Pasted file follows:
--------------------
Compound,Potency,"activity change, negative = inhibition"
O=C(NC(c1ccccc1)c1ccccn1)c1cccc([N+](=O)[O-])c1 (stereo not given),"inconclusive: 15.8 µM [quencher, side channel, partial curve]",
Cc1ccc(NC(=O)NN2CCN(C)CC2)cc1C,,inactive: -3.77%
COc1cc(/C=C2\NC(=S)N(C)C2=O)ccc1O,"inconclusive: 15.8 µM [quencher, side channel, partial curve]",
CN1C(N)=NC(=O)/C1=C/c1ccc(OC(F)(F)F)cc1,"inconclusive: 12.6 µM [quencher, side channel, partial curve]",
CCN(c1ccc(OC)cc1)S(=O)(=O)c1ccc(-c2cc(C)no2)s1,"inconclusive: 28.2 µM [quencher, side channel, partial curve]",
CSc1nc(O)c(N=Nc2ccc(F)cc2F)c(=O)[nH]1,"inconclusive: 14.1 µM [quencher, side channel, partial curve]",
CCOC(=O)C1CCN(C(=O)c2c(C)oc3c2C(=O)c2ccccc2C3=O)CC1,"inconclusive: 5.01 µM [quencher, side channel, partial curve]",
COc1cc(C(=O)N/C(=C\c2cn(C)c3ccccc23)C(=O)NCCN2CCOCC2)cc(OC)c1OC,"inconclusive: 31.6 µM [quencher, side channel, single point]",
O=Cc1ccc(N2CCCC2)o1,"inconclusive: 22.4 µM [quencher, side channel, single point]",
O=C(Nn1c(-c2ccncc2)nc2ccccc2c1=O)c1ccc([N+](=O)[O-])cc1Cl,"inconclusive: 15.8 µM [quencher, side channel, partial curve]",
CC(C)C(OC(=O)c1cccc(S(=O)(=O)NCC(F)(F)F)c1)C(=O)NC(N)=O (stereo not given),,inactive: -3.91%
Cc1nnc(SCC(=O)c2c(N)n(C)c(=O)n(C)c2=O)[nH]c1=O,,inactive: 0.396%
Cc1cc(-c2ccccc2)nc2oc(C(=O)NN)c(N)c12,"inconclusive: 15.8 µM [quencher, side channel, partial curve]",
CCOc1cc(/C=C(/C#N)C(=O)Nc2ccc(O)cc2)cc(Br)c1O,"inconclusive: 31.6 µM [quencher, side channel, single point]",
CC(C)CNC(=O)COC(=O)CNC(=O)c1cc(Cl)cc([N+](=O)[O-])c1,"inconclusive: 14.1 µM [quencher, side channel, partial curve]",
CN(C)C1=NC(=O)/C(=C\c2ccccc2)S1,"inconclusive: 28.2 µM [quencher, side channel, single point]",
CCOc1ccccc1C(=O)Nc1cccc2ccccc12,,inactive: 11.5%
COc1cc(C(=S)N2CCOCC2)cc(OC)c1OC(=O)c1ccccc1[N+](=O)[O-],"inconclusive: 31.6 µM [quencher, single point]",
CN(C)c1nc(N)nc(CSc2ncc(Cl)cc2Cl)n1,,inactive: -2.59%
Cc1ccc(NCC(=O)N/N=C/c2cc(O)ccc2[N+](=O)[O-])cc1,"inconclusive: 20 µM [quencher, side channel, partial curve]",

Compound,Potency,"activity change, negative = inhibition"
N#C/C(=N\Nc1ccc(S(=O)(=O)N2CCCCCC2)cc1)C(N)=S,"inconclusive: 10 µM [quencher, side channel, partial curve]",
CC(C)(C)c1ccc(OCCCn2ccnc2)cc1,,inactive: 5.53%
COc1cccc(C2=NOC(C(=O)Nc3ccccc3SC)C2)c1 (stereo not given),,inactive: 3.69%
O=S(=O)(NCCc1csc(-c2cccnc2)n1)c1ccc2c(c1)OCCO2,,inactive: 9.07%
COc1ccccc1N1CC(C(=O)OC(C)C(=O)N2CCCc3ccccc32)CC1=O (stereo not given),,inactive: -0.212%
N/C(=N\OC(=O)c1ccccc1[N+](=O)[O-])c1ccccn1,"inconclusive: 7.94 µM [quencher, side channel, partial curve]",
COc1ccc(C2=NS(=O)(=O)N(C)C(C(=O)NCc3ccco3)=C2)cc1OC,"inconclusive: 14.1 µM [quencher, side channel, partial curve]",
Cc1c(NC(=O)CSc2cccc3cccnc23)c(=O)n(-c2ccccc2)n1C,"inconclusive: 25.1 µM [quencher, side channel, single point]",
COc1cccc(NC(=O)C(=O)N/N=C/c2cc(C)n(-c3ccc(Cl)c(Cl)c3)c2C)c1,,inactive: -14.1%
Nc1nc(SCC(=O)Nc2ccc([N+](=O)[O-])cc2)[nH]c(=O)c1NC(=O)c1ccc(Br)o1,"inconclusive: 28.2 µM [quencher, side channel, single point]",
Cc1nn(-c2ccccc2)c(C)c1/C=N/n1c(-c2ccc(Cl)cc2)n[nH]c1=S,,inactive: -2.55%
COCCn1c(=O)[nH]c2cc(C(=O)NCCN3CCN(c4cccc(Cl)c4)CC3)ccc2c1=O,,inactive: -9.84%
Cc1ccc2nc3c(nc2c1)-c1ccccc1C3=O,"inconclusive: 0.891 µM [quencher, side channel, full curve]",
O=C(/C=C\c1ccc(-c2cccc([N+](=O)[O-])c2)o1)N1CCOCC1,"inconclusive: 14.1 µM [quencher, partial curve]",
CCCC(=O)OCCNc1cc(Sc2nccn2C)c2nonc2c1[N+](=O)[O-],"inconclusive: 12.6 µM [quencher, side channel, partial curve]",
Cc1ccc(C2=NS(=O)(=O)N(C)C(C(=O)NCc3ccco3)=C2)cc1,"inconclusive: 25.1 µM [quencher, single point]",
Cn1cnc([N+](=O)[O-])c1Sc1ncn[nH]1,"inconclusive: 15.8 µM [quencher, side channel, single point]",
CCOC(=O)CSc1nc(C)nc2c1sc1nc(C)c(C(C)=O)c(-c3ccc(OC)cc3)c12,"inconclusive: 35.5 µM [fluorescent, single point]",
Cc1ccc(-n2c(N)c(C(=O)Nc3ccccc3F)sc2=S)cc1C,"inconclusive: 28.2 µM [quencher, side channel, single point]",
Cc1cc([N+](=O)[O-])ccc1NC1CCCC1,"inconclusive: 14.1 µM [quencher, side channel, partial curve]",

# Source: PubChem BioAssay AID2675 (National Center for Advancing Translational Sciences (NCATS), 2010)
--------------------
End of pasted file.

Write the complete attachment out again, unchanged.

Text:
Compound,Potency,"activity change, negative = inhibition"
O=C(NC(c1ccccc1)c1ccccn1)c1cccc([N+](=O)[O-])c1 (stereo not given),"inconclusive: 15.8 µM [quencher, side channel, partial curve]",
Cc1ccc(NC(=O)NN2CCN(C)CC2)cc1C,,inactive: -3.77%
COc1cc(/C=C2\NC(=S)N(C)C2=O)ccc1O,"inconclusive: 15.8 µM [quencher, side channel, partial curve]",
CN1C(N)=NC(=O)/C1=C/c1ccc(OC(F)(F)F)cc1,"inconclusive: 12.6 µM [quencher, side channel, partial curve]",
CCN(c1ccc(OC)cc1)S(=O)(=O)c1ccc(-c2cc(C)no2)s1,"inconclusive: 28.2 µM [quencher, side channel, partial curve]",
CSc1nc(O)c(N=Nc2ccc(F)cc2F)c(=O)[nH]1,"inconclusive: 14.1 µM [quencher, side channel, partial curve]",
CCOC(=O)C1CCN(C(=O)c2c(C)oc3c2C(=O)c2ccccc2C3=O)CC1,"inconclusive: 5.01 µM [quencher, side channel, partial curve]",
COc1cc(C(=O)N/C(=C\c2cn(C)c3ccccc23)C(=O)NCCN2CCOCC2)cc(OC)c1OC,"inconclusive: 31.6 µM [quencher, side channel, single point]",
O=Cc1ccc(N2CCCC2)o1,"inconclusive: 22.4 µM [quencher, side channel, single point]",
O=C(Nn1c(-c2ccncc2)nc2ccccc2c1=O)c1ccc([N+](=O)[O-])cc1Cl,"inconclusive: 15.8 µM [quencher, side channel, partial curve]",
CC(C)C(OC(=O)c1cccc(S(=O)(=O)NCC(F)(F)F)c1)C(=O)NC(N)=O (stereo not given),,inactive: -3.91%
Cc1nnc(SCC(=O)c2c(N)n(C)c(=O)n(C)c2=O)[nH]c1=O,,inactive: 0.396%
Cc1cc(-c2ccccc2)nc2oc(C(=O)NN)c(N)c12,"inconclusive: 15.8 µM [quencher, side channel, partial curve]",
CCOc1cc(/C=C(/C#N)C(=O)Nc2ccc(O)cc2)cc(Br)c1O,"inconclusive: 31.6 µM [quencher, side channel, single point]",
CC(C)CNC(=O)COC(=O)CNC(=O)c1cc(Cl)cc([N+](=O)[O-])c1,"inconclusive: 14.1 µM [quencher, side channel, partial curve]",
CN(C)C1=NC(=O)/C(=C\c2ccccc2)S1,"inconclusive: 28.2 µM [quencher, side channel, single point]",
CCOc1ccccc1C(=O)Nc1cccc2ccccc12,,inactive: 11.5%
COc1cc(C(=S)N2CCOCC2)cc(OC)c1OC(=O)c1ccccc1[N+](=O)[O-],"inconclusive: 31.6 µM [quencher, single point]",
CN(C)c1nc(N)nc(CSc2ncc(Cl)cc2Cl)n1,,inactive: -2.59%
Cc1ccc(NCC(=O)N/N=C/c2cc(O)ccc2[N+](=O)[O-])cc1,"inconclusive: 20 µM [quencher, side channel, partial curve]",

Compound,Potency,"activity change, negative = inhibition"
N#C/C(=N\Nc1ccc(S(=O)(=O)N2CCCCCC2)cc1)C(N)=S,"inconclusive: 10 µM [quencher, side channel, partial curve]",
CC(C)(C)c1ccc(OCCCn2ccnc2)cc1,,inactive: 5.53%
COc1cccc(C2=NOC(C(=O)Nc3ccccc3SC)C2)c1 (stereo not given),,inactive: 3.69%
O=S(=O)(NCCc1csc(-c2cccnc2)n1)c1ccc2c(c1)OCCO2,,inactive: 9.07%
COc1ccccc1N1CC(C(=O)OC(C)C(=O)N2CCCc3ccccc32)CC1=O (stereo not given),,inactive: -0.212%
N/C(=N\OC(=O)c1ccccc1[N+](=O)[O-])c1ccccn1,"inconclusive: 7.94 µM [quencher, side channel, partial curve]",
COc1ccc(C2=NS(=O)(=O)N(C)C(C(=O)NCc3ccco3)=C2)cc1OC,"inconclusive: 14.1 µM [quencher, side channel, partial curve]",
Cc1c(NC(=O)CSc2cccc3cccnc23)c(=O)n(-c2ccccc2)n1C,"inconclusive: 25.1 µM [quencher, side channel, single point]",
COc1cccc(NC(=O)C(=O)N/N=C/c2cc(C)n(-c3ccc(Cl)c(Cl)c3)c2C)c1,,inactive: -14.1%
Nc1nc(SCC(=O)Nc2ccc([N+](=O)[O-])cc2)[nH]c(=O)c1NC(=O)c1ccc(Br)o1,"inconclusive: 28.2 µM [quencher, side channel, single point]",
Cc1nn(-c2ccccc2)c(C)c1/C=N/n1c(-c2ccc(Cl)cc2)n[nH]c1=S,,inactive: -2.55%
COCCn1c(=O)[nH]c2cc(C(=O)NCCN3CCN(c4cccc(Cl)c4)CC3)ccc2c1=O,,inactive: -9.84%
Cc1ccc2nc3c(nc2c1)-c1ccccc1C3=O,"inconclusive: 0.891 µM [quencher, side channel, full curve]",
O=C(/C=C\c1ccc(-c2cccc([N+](=O)[O-])c2)o1)N1CCOCC1,"inconclusive: 14.1 µM [quencher, partial curve]",
CCCC(=O)OCCNc1cc(Sc2nccn2C)c2nonc2c1[N+](=O)[O-],"inconclusive: 12.6 µM [quencher, side channel, partial curve]",
Cc1ccc(C2=NS(=O)(=O)N(C)C(C(=O)NCc3ccco3)=C2)cc1,"inconclusive: 25.1 µM [quencher, single point]",
Cn1cnc([N+](=O)[O-])c1Sc1ncn[nH]1,"inconclusive: 15.8 µM [quencher, side channel, single point]",
CCOC(=O)CSc1nc(C)nc2c1sc1nc(C)c(C(C)=O)c(-c3ccc(OC)cc3)c12,"inconclusive: 35.5 µM [fluorescent, single point]",
Cc1ccc(-n2c(N)c(C(=O)Nc3ccccc3F)sc2=S)cc1C,"inconclusive: 28.2 µM [quencher, side channel, single point]",
Cc1cc([N+](=O)[O-])ccc1NC1CCCC1,"inconclusive: 14.1 µM [quencher, side channel, partial curve]",

# Source: PubChem BioAssay AID2675 (National Center for Advancing Translational Sciences (NCATS), 2010)